Most news organizations have not used the name of basektball star Kobe Bryant’s accuser, but the Christian Science Monitor says “they’ve been quick to give every other personal detail of her life: where she went to college, the town she lives in, what her house looks like. They’ve aired and printed rumors that she was ‘hospitalized for her own protection,’ overdosed on drugs, bragged about the encounter with Mr. Bryant, and tried out for American Idol. For the past month, the media have camped out at her Colorado home.”
“The celebrity angle, the intense competition, and the Internet have all kind of lined up to create a situation where it makes it very difficult for journalists to remember what their standards are for covering sexual assault,” says Kelly McBride of Florida’s Poynter Institute for Media Studies.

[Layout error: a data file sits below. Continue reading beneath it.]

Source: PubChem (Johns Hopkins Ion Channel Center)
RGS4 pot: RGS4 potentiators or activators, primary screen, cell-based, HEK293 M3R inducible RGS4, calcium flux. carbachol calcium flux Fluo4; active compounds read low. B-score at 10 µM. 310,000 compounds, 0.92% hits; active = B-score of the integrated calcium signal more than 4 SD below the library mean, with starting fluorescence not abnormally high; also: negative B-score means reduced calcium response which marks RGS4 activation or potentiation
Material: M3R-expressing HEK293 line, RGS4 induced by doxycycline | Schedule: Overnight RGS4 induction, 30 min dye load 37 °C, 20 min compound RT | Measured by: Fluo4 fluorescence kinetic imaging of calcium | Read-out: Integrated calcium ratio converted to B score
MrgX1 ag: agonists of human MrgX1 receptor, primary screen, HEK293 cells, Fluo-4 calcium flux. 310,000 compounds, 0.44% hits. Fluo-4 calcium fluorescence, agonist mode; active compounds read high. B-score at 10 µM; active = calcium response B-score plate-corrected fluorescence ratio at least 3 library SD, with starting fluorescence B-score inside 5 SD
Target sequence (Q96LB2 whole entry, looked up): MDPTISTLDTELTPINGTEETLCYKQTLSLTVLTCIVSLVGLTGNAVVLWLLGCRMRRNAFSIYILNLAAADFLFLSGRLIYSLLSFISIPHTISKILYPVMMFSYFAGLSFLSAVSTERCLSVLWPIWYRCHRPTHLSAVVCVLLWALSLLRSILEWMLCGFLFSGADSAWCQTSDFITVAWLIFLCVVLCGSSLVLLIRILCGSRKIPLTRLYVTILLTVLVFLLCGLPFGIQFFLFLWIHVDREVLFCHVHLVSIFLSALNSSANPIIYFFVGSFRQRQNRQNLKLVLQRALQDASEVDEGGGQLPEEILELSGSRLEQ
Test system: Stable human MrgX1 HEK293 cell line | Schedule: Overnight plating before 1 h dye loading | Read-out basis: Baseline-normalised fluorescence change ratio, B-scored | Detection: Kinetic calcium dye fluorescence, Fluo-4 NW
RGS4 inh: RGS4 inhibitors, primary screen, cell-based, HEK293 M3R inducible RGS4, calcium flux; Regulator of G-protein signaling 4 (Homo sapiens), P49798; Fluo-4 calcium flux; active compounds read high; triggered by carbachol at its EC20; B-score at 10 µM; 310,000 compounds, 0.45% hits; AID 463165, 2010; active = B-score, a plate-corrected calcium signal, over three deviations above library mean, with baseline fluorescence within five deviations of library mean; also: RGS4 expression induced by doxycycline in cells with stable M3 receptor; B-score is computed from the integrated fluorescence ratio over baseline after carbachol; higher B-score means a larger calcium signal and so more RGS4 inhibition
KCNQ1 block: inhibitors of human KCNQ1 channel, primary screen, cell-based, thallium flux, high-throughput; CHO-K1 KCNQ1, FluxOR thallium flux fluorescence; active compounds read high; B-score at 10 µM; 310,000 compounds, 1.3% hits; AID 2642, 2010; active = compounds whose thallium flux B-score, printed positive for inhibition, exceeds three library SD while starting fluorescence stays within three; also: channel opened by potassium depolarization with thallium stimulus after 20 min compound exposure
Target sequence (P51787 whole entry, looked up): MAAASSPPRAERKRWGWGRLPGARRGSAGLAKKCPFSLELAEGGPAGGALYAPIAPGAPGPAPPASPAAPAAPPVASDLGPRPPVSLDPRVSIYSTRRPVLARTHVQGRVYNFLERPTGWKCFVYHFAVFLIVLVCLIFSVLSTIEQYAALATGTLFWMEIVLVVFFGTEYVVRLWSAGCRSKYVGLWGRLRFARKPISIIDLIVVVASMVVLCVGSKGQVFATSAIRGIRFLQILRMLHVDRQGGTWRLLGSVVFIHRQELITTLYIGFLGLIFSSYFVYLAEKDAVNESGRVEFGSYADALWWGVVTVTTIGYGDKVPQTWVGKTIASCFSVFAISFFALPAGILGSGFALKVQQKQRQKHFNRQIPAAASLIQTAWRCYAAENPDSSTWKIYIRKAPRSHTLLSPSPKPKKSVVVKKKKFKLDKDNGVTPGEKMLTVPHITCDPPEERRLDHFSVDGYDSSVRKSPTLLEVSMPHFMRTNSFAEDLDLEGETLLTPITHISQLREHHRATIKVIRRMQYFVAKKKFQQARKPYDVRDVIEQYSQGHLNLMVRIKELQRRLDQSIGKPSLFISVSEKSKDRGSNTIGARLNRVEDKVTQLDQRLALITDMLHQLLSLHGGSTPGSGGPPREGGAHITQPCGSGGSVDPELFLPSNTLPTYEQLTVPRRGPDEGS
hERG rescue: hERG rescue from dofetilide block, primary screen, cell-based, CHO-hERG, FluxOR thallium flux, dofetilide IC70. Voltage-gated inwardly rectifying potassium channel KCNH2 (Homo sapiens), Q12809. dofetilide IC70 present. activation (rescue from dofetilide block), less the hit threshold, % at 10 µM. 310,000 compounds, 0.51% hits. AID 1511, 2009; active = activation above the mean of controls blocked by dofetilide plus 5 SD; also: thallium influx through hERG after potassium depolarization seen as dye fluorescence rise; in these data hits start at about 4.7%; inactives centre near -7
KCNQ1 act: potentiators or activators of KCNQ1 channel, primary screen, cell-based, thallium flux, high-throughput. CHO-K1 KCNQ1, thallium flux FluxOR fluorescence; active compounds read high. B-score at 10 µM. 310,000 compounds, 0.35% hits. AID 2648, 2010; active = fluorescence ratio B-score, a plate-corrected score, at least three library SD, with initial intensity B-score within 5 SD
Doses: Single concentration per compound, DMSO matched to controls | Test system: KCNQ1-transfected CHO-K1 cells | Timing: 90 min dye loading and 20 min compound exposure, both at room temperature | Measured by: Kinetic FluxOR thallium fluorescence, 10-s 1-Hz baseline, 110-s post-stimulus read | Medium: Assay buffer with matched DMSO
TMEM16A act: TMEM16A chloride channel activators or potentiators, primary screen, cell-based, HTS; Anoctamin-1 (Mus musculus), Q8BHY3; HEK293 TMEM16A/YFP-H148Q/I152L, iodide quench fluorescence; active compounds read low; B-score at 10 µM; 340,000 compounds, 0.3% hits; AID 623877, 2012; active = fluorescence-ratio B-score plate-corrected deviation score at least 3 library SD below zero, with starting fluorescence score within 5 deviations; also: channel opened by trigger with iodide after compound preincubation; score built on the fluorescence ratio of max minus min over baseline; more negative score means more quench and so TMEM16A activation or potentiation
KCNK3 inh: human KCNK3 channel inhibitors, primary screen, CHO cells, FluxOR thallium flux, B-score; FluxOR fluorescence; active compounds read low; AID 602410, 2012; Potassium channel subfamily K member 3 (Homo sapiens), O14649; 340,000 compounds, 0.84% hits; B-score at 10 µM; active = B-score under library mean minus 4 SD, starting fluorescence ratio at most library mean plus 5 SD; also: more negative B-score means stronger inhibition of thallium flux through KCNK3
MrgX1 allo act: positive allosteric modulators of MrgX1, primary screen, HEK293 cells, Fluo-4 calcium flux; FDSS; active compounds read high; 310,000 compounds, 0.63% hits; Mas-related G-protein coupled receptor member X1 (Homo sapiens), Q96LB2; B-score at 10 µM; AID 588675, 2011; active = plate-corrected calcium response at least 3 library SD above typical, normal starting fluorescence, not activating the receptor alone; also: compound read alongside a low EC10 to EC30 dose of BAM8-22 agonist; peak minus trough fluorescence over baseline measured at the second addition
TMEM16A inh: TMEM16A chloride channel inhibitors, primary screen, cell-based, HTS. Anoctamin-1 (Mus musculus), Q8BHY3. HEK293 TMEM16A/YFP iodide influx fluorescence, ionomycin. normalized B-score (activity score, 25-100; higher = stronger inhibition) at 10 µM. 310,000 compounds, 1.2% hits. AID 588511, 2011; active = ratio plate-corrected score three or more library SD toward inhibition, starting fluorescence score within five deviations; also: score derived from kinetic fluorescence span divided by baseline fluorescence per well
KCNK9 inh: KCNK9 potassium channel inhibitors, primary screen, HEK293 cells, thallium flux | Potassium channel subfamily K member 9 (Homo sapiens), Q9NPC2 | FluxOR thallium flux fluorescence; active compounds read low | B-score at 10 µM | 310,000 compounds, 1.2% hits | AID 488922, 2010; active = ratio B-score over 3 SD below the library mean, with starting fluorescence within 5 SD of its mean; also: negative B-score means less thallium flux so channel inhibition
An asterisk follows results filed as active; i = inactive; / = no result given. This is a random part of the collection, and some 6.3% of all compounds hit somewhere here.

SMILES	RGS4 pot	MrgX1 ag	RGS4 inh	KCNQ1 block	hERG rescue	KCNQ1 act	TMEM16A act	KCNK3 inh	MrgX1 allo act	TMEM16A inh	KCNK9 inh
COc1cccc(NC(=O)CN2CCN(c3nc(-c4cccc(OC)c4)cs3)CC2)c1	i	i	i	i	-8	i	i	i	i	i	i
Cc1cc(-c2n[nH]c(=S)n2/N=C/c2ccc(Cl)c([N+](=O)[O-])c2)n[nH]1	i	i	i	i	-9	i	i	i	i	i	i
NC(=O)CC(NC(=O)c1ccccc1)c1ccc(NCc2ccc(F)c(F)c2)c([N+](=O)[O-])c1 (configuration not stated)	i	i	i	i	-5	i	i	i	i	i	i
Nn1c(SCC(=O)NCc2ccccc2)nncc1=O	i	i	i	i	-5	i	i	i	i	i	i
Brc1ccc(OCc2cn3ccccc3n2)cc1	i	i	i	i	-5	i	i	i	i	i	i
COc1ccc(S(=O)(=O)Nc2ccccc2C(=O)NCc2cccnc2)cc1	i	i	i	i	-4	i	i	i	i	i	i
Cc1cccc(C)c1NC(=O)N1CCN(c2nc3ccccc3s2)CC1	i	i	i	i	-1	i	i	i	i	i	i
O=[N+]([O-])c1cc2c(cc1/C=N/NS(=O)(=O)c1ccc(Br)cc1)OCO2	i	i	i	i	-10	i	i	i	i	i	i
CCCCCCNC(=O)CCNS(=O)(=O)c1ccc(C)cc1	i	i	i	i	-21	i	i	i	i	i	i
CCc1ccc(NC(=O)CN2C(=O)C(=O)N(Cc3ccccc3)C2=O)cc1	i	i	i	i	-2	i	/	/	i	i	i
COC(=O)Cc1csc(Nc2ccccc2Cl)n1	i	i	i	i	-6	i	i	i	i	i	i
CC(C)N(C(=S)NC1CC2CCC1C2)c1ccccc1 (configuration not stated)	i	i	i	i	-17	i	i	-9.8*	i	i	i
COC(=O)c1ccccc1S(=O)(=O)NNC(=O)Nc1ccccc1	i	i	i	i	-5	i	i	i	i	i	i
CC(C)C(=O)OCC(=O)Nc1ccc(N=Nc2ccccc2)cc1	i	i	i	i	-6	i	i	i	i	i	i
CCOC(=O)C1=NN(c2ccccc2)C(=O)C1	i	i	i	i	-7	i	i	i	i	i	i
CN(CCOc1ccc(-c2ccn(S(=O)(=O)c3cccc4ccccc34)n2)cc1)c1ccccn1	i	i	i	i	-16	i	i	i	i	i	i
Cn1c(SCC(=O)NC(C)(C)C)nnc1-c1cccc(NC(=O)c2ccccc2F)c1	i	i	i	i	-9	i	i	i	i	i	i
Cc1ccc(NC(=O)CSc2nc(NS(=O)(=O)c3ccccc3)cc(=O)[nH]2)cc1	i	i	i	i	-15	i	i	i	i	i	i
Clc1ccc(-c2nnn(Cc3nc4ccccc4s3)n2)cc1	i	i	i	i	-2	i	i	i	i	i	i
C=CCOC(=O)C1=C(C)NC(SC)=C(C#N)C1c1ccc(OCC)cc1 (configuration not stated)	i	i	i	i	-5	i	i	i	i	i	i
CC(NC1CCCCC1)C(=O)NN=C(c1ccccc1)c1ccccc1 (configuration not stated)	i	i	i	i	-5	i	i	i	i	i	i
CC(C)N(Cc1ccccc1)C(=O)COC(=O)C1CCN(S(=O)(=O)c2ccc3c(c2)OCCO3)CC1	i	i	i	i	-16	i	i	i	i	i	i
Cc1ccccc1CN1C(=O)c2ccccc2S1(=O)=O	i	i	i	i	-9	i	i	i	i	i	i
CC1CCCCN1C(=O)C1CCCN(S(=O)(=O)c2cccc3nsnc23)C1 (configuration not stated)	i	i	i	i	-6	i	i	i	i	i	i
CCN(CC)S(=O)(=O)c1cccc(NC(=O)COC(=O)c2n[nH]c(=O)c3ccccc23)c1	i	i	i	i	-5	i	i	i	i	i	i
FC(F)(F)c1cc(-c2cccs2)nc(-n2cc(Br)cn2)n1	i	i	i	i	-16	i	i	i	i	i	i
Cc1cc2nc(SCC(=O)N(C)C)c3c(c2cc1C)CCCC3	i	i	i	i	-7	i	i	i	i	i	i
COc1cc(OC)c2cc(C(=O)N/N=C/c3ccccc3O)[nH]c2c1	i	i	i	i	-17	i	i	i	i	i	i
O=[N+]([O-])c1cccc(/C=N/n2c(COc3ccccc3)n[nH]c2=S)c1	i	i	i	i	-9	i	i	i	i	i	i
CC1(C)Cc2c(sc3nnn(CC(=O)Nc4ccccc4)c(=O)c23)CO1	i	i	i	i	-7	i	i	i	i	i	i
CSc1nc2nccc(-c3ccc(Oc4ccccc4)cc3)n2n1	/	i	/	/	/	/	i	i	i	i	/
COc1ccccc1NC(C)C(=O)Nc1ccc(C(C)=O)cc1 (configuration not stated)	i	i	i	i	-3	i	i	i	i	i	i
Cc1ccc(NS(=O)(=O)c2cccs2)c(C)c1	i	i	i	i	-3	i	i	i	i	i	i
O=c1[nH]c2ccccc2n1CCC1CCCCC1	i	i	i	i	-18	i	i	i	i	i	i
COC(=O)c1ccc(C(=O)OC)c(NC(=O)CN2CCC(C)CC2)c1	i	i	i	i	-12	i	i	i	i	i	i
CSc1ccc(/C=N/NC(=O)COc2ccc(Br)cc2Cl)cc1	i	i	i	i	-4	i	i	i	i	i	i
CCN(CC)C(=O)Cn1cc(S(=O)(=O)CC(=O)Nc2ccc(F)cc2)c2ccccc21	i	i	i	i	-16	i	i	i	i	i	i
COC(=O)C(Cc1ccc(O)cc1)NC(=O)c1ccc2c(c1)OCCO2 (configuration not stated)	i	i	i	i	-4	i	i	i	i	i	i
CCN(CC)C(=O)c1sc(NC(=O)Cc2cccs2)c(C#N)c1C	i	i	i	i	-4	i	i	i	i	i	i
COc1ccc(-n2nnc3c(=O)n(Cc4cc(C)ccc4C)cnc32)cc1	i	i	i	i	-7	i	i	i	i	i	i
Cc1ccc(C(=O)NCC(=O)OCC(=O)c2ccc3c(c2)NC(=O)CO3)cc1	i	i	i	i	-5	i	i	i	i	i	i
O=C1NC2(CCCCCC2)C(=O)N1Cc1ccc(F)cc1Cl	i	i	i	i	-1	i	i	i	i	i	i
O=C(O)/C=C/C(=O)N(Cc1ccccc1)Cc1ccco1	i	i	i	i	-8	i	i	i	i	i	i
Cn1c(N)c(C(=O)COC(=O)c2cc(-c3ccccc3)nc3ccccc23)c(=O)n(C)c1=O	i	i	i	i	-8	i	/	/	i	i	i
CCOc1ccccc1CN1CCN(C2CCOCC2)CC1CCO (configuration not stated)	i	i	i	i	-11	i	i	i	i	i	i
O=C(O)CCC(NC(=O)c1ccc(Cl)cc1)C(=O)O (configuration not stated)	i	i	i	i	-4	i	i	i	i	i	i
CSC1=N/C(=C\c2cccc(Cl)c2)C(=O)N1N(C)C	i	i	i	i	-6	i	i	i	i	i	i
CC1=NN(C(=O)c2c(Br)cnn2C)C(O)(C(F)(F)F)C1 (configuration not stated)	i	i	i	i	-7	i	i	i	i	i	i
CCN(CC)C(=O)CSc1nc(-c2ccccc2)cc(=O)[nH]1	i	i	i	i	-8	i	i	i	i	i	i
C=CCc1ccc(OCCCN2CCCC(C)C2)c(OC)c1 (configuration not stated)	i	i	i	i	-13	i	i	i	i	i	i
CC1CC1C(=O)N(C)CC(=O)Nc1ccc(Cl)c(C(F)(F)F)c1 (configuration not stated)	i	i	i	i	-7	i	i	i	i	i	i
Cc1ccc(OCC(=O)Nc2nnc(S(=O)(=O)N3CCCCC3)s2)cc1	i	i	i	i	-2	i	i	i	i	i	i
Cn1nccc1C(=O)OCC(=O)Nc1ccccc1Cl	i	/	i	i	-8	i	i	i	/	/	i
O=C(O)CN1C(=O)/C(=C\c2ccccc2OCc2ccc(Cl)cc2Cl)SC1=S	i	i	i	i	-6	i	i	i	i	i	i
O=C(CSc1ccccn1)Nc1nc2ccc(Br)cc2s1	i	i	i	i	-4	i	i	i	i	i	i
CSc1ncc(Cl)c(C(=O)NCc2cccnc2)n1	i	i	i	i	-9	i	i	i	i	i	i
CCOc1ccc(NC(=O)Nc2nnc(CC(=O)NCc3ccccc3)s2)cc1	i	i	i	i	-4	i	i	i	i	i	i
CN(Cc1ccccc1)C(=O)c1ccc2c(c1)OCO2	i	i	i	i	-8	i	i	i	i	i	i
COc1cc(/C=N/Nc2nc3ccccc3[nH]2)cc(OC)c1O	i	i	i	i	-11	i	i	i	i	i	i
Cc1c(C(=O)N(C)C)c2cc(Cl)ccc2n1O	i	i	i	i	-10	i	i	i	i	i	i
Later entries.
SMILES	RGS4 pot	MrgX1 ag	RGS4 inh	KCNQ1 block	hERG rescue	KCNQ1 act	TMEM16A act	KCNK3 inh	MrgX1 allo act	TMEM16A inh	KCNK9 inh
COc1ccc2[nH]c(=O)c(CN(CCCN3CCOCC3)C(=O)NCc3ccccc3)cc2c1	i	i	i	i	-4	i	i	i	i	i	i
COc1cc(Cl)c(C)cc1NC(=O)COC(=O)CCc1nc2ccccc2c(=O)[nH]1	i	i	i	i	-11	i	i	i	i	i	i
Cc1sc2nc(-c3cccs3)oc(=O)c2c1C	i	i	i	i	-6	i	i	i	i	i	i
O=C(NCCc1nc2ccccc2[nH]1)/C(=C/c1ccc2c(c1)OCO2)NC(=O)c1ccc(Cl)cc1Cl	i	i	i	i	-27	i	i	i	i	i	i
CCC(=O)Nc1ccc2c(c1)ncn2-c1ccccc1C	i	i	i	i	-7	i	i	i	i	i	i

The Bryant case is prompting a re-examination of the name-disclosure issue. Some wonder “whether withholding victims’ names actually contributes to rape’s stigma, cultivating a silent shame. Many have also raised the issue of fairness to the accused: False charges of rape can, after all, ruin a life,” the Monitor says.
In celebrity cases, says Helen Benedict, author of “Virgin or Vamp: How the Press Covers Sex Crimes.” “Terrible double standards come into play.” But most news papers agree that while they’d like to ease shame around rape – and may seek out victims willing to talk – it’s too soon to name them all. National surveys show that rape victims’ No. 1 concern is people knowing they’ve been attacked – even ahead of worries about sexually transmitted diseases.
After Bryant’s brief court appearance yesterday in Eagle, Co., the Los Angeles Times said that because judges typically take personal and professional factors into consideration, the trial could be delayed until next summer – after the NBA playoffs.